First, it was fixies and single speeds that began to show up on Walmart shelves. Now, fatbikes too? By the way Canadian Tire has begun to stock speciality wide-tire bikes, like this Iron Horse Dolomite below, I’d say yes!
This particular model retails for around $199, and although definitely a basic run-of-the-mill bike component wise, it wasn’t too heavy. Quality is definitely a step up from the typical monstrosities with heavy, saggy suspension and chinzy off-brand derailleurs. This does, however, suggest that fatbikes have crossed the ‘critial mass’ threshold, since they have started filtering down into department stores. Compare this (most recently) with the fad in 29ers and fixed/SS, and (a number of years ago) the glut of MTBs which flooded the bicycle market.
But hey! Maybe this popularity will bring the price point down far enough to allow me to pick up a new ride for my Bicycle Stable without breaking the bank. After all, Torontonians are expecting a heavy snowfall this year, and I am looking for something which can power through the mounds of snow + slush without taking an unexpected tumble!
Toronto’s Union Stations is easily one of the most recognisable structures in the city. Upwards of 95% of GO transit’s 65+ million yearly rides are to and from this massive railway hub downtown. For many commuters, passing through Union station is a daily ritual. Union’s exterior and Great Hall are a homage to Beaux-Arts executed on a grand scale. Physically, the station and it’s train shed span 17 acres of land – 5 more than the SkyDome/Rogers Centre.
This huge, sprawling complex of railway tracks, platforms, tunnels, halls, and office space is a mishmash of new an old. Just walking from entrance to a platform, a casual observer cannot help but to notice pathways between grades, stairways that zigzag far too often, and a jumble of different architectural styles. In addition to its architecture and public areas the station also is home to some unique features that make it an interesting urban exploration location. Since much of Union is under ground level, it isn’t a surprise to learn that many of its service tunnels share connections to electrical, water and transit (think subway + streetcar) infrastructure as well. This article from Infiltration magazine is an interesting read about these utility tunnels.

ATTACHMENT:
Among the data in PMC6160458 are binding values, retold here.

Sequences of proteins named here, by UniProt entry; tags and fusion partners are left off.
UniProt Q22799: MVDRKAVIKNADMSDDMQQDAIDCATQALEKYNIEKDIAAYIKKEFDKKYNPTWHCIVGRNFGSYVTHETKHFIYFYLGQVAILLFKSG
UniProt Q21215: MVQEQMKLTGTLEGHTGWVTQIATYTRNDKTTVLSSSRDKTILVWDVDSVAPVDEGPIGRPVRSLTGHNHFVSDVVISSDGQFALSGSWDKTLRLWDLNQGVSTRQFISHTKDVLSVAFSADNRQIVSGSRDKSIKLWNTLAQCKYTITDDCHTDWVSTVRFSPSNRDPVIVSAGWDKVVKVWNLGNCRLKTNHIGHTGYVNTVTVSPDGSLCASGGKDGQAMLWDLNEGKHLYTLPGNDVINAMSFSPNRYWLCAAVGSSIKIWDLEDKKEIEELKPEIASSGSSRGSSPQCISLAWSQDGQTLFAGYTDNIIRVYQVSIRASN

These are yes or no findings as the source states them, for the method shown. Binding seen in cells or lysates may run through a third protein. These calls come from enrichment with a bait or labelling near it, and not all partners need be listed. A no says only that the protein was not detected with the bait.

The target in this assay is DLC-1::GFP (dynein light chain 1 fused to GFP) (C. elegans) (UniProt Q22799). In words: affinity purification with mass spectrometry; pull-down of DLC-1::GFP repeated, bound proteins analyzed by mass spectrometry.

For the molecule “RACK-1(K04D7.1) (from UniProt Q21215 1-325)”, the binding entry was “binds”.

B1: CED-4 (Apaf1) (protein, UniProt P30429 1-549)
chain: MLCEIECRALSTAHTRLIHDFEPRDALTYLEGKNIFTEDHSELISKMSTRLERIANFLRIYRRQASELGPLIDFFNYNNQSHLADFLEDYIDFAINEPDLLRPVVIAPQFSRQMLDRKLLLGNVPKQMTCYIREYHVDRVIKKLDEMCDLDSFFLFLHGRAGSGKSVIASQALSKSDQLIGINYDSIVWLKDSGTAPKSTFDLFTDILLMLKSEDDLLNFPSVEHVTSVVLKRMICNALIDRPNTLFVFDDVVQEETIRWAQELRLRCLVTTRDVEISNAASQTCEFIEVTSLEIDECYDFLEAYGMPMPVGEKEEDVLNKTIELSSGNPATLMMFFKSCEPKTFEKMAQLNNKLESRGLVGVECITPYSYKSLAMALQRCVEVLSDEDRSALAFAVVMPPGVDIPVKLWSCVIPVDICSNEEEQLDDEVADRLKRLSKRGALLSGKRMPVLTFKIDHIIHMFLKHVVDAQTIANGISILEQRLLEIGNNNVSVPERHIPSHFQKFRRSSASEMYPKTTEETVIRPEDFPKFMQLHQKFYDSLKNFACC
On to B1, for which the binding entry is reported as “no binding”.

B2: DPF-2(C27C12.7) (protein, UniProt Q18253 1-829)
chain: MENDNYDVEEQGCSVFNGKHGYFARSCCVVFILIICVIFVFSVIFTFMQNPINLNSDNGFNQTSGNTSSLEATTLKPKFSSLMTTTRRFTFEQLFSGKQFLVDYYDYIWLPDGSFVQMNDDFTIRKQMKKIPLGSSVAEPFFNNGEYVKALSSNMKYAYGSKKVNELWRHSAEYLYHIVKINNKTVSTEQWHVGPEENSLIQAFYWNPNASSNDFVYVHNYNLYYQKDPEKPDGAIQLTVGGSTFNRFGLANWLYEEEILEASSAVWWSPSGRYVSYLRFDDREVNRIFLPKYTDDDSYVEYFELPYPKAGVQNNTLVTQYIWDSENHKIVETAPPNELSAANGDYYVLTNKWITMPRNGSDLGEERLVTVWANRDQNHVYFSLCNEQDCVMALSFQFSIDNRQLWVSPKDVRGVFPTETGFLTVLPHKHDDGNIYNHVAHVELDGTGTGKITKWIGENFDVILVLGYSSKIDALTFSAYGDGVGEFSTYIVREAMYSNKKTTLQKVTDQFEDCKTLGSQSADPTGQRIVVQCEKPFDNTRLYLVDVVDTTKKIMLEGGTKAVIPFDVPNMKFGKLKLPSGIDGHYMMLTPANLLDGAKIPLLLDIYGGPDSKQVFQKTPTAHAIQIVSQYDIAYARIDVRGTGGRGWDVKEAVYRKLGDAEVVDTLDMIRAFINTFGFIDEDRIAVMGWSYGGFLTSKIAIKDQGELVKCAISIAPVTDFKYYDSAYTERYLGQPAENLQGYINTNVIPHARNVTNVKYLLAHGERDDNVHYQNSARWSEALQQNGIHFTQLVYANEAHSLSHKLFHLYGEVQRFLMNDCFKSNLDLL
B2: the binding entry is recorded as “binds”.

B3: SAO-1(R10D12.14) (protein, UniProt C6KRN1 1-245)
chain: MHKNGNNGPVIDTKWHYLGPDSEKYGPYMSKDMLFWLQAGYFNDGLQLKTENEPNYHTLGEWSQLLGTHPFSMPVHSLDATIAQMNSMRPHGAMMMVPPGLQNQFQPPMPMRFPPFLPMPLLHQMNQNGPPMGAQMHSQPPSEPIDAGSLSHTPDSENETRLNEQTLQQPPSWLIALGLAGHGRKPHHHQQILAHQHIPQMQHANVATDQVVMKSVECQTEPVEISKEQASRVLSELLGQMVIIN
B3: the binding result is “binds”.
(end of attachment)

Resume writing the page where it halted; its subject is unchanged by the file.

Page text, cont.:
Nevertheless I was surprised when I ended up stumbling into one of these paths, entirely by accident and with it entirely in plain sight! I had missed my train one night, and had about 30 minutes to pass waiting for the next one to arrive. I spent the time walking around Union. On the Bay Street side of Union, there is a small glassed-in enclosure with stairs leading down to what I presumed was the garage level. Boy was I wrong. Dimly lit and with beer bottles, dirt, and partly-cut boards laying about, it was a (slight!) departure from the usual state of affairs at Union. It was only upon walking down 3 flights of stairs and seeing a dead-end at a metal door that I began to think this staircase wasn’t to the garage….
…And that’s when I heard the subway honk!-honk! and pass by beyond the door. I had heard that there were tunnels that lead directly to the TTC subway station through Union, but I had not expected this. Although the entrance to this stairwell was in a public area, with no markings on it and without any kind of locks – I decided I had better not risk going further, lest I really find myself facing a subway train. I hurriedly removed myself from the area and made my way to the train platform bound for home. Where in the Union subway station that door opened to I don’t think I’ll ever know for certain.
Union station is currently undergoing its 2nd major renovation (the 1st being the addition of the GO concourse in the 80s), and will almost double in size by adding a second concourse level underneath the current one. I can only wonder what kind of odd stories the engineers working under station have dug up!
It’s wet, winter-y weather in Toronto! Know what that means? Of course you do. Wet boots. And with wet boots, most GO train riders know to start looking out for wet seats. The GO-transit-related blog ‘You. Me. Ride This Crazy Train’ sums up the annoyance that are ‘Foot Riders’ pretty well here.
Since GO is spending big bucks refurbishing their fleet of railway coaches, replacing seats and cushions, it irks me that seats less than 3 months old now have dirty edges from all the salts and dirt from shoes.
Unfortunately, there isn’t much one can do about it. GO transit doesn’t have any fine system in place for dealing with discourteous passengers, though they do have a bylaw in place. And since sometimes I am outnumbered by foot riders upwards of 5-to-1 (which happened today – prompting this rant!), there doesn’t seem to be any point to chewing someone out.
Hopefully GO’s transit officers start ticketing for dirtying up the seats, because I for one prefer getting up from a trip and not having to dust off the back of my legs.
The University of Toronto is home to some pretty unique buildings. Many of the buildings – for one reason or another – retain much of their original fixtures. A great example of this are the old, open-bodied service elevators found around Front Campus. Walking into Gerstein Library, this gem of a panel lamp glowed to life upon visiting the old journal stacks’ elevator:
Housed in its red opal glass enclosure, it really did look like a little gemstone. However, upon closer inspection the side-spiralled filament caught my eye. This is an odd arrangement that you don’t seen any more – manufactures traded this in for shorter, more robust filament coils decades ago. Considering this elevator isn’t used much (maybe 2-3 dozen times per day at most), and that panel lamps last 10K+ hours, I suspect this little indicator bulb is at least 4-5 decades old!
It’s neat to see something that has not been touched in ages still working as if it were just installed.